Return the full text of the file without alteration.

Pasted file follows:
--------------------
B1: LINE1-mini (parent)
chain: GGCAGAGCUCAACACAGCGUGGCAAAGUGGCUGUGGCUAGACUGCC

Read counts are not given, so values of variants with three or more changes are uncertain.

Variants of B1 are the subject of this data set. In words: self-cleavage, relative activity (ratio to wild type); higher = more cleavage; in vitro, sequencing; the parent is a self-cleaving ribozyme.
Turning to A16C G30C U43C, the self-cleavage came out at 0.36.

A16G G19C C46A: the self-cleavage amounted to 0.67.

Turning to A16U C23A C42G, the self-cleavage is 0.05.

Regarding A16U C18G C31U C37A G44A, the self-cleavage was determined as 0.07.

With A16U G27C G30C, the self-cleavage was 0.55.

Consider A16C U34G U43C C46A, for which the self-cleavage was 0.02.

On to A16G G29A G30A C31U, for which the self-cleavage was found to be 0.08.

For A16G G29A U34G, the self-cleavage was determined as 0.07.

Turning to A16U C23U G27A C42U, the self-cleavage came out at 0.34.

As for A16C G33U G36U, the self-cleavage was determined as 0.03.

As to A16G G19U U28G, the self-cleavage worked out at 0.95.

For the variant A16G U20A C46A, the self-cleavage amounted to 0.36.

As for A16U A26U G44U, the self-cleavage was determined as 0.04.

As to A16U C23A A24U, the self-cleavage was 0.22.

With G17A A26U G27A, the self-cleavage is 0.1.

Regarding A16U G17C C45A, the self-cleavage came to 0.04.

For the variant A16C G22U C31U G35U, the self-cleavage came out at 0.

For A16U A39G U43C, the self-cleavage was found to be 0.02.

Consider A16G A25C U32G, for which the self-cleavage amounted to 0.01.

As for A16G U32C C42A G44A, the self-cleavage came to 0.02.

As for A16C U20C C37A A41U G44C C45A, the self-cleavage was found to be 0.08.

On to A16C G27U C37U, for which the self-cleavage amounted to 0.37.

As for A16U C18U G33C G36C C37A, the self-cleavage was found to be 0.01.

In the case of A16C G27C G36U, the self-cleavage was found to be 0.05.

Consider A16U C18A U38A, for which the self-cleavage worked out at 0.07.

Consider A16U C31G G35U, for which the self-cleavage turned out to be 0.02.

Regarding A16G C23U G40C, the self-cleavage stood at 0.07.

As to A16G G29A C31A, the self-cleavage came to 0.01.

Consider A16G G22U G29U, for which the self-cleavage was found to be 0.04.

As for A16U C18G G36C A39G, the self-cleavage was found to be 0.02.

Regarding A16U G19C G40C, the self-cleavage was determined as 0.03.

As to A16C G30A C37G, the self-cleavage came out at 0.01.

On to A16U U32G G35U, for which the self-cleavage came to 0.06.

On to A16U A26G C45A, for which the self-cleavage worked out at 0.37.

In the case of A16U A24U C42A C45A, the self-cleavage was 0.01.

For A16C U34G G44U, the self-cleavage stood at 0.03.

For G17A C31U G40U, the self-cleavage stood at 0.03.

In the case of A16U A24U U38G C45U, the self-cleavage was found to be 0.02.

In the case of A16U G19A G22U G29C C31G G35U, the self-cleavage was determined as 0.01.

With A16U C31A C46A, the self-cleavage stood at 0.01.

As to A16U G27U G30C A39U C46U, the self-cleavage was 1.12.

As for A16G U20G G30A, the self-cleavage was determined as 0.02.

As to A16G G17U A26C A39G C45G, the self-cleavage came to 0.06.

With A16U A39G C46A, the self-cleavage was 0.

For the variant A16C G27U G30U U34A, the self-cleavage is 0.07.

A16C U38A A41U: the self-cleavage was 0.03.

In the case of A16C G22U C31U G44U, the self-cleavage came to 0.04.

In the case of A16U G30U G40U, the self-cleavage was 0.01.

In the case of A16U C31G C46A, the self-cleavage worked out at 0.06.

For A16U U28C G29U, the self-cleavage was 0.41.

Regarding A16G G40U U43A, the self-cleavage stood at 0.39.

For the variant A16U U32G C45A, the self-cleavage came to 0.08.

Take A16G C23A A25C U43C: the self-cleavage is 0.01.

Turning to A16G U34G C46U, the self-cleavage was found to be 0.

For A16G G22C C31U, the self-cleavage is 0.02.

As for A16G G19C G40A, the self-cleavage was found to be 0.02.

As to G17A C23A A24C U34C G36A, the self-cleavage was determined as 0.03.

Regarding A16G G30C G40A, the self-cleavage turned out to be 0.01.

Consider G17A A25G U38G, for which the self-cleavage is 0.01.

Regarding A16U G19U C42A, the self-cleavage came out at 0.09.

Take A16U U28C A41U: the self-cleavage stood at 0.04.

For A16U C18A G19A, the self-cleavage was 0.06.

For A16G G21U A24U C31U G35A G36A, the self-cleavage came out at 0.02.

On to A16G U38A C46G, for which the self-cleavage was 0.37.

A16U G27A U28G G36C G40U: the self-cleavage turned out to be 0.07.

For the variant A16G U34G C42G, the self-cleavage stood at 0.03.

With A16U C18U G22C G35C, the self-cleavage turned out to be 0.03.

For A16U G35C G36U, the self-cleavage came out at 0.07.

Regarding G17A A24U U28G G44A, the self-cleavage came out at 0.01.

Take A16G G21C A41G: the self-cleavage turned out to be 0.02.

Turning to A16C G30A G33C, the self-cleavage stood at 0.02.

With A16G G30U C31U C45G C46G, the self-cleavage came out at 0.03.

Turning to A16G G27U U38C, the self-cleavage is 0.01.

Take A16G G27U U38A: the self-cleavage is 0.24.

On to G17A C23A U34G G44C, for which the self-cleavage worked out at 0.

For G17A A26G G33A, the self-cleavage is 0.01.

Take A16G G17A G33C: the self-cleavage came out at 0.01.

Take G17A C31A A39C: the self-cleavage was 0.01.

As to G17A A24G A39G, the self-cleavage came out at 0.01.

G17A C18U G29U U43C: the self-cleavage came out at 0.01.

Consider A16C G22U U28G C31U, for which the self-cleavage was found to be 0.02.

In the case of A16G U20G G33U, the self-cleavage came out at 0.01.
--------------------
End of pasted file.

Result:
B1: LINE1-mini (parent)
chain: GGCAGAGCUCAACACAGCGUGGCAAAGUGGCUGUGGCUAGACUGCC

Read counts are not given, so values of variants with three or more changes are uncertain.

Variants of B1 are the subject of this data set. In words: self-cleavage, relative activity (ratio to wild type); higher = more cleavage; in vitro, sequencing; the parent is a self-cleaving ribozyme.
Turning to A16C G30C U43C, the self-cleavage came out at 0.36.

A16G G19C C46A: the self-cleavage amounted to 0.67.

Turning to A16U C23A C42G, the self-cleavage is 0.05.

Regarding A16U C18G C31U C37A G44A, the self-cleavage was determined as 0.07.

With A16U G27C G30C, the self-cleavage was 0.55.

Consider A16C U34G U43C C46A, for which the self-cleavage was 0.02.

On to A16G G29A G30A C31U, for which the self-cleavage was found to be 0.08.

For A16G G29A U34G, the self-cleavage was determined as 0.07.

Turning to A16U C23U G27A C42U, the self-cleavage came out at 0.34.

As for A16C G33U G36U, the self-cleavage was determined as 0.03.

As to A16G G19U U28G, the self-cleavage worked out at 0.95.

For the variant A16G U20A C46A, the self-cleavage amounted to 0.36.

As for A16U A26U G44U, the self-cleavage was determined as 0.04.

As to A16U C23A A24U, the self-cleavage was 0.22.

With G17A A26U G27A, the self-cleavage is 0.1.

Regarding A16U G17C C45A, the self-cleavage came to 0.04.

For the variant A16C G22U C31U G35U, the self-cleavage came out at 0.

For A16U A39G U43C, the self-cleavage was found to be 0.02.

Consider A16G A25C U32G, for which the self-cleavage amounted to 0.01.

As for A16G U32C C42A G44A, the self-cleavage came to 0.02.

As for A16C U20C C37A A41U G44C C45A, the self-cleavage was found to be 0.08.

On to A16C G27U C37U, for which the self-cleavage amounted to 0.37.

As for A16U C18U G33C G36C C37A, the self-cleavage was found to be 0.01.

In the case of A16C G27C G36U, the self-cleavage was found to be 0.05.

Consider A16U C18A U38A, for which the self-cleavage worked out at 0.07.

Consider A16U C31G G35U, for which the self-cleavage turned out to be 0.02.

Regarding A16G C23U G40C, the self-cleavage stood at 0.07.

As to A16G G29A C31A, the self-cleavage came to 0.01.

Consider A16G G22U G29U, for which the self-cleavage was found to be 0.04.

As for A16U C18G G36C A39G, the self-cleavage was found to be 0.02.

Regarding A16U G19C G40C, the self-cleavage was determined as 0.03.

As to A16C G30A C37G, the self-cleavage came out at 0.01.

On to A16U U32G G35U, for which the self-cleavage came to 0.06.

On to A16U A26G C45A, for which the self-cleavage worked out at 0.37.

In the case of A16U A24U C42A C45A, the self-cleavage was 0.01.

For A16C U34G G44U, the self-cleavage stood at 0.03.

For G17A C31U G40U, the self-cleavage stood at 0.03.

In the case of A16U A24U U38G C45U, the self-cleavage was found to be 0.02.

In the case of A16U G19A G22U G29C C31G G35U, the self-cleavage was determined as 0.01.

With A16U C31A C46A, the self-cleavage stood at 0.01.

As to A16U G27U G30C A39U C46U, the self-cleavage was 1.12.

As for A16G U20G G30A, the self-cleavage was determined as 0.02.

As to A16G G17U A26C A39G C45G, the self-cleavage came to 0.06.

With A16U A39G C46A, the self-cleavage was 0.

For the variant A16C G27U G30U U34A, the self-cleavage is 0.07.

A16C U38A A41U: the self-cleavage was 0.03.

In the case of A16C G22U C31U G44U, the self-cleavage came to 0.04.

In the case of A16U G30U G40U, the self-cleavage was 0.01.

In the case of A16U C31G C46A, the self-cleavage worked out at 0.06.

For A16U U28C G29U, the self-cleavage was 0.41.

Regarding A16G G40U U43A, the self-cleavage stood at 0.39.

For the variant A16U U32G C45A, the self-cleavage came to 0.08.

Take A16G C23A A25C U43C: the self-cleavage is 0.01.

Turning to A16G U34G C46U, the self-cleavage was found to be 0.

For A16G G22C C31U, the self-cleavage is 0.02.

As for A16G G19C G40A, the self-cleavage was found to be 0.02.

As to G17A C23A A24C U34C G36A, the self-cleavage was determined as 0.03.

Regarding A16G G30C G40A, the self-cleavage turned out to be 0.01.

Consider G17A A25G U38G, for which the self-cleavage is 0.01.

Regarding A16U G19U C42A, the self-cleavage came out at 0.09.

Take A16U U28C A41U: the self-cleavage stood at 0.04.

For A16U C18A G19A, the self-cleavage was 0.06.

For A16G G21U A24U C31U G35A G36A, the self-cleavage came out at 0.02.

On to A16G U38A C46G, for which the self-cleavage was 0.37.

A16U G27A U28G G36C G40U: the self-cleavage turned out to be 0.07.

For the variant A16G U34G C42G, the self-cleavage stood at 0.03.

With A16U C18U G22C G35C, the self-cleavage turned out to be 0.03.

For A16U G35C G36U, the self-cleavage came out at 0.07.

Regarding G17A A24U U28G G44A, the self-cleavage came out at 0.01.

Take A16G G21C A41G: the self-cleavage turned out to be 0.02.

Turning to A16C G30A G33C, the self-cleavage stood at 0.02.

With A16G G30U C31U C45G C46G, the self-cleavage came out at 0.03.

Turning to A16G G27U U38C, the self-cleavage is 0.01.

Take A16G G27U U38A: the self-cleavage is 0.24.

On to G17A C23A U34G G44C, for which the self-cleavage worked out at 0.

For G17A A26G G33A, the self-cleavage is 0.01.

Take A16G G17A G33C: the self-cleavage came out at 0.01.

Take G17A C31A A39C: the self-cleavage was 0.01.

As to G17A A24G A39G, the self-cleavage came out at 0.01.

G17A C18U G29U U43C: the self-cleavage came out at 0.01.

Consider A16C G22U U28G C31U, for which the self-cleavage was found to be 0.02.

In the case of A16G U20G G33U, the self-cleavage came out at 0.01.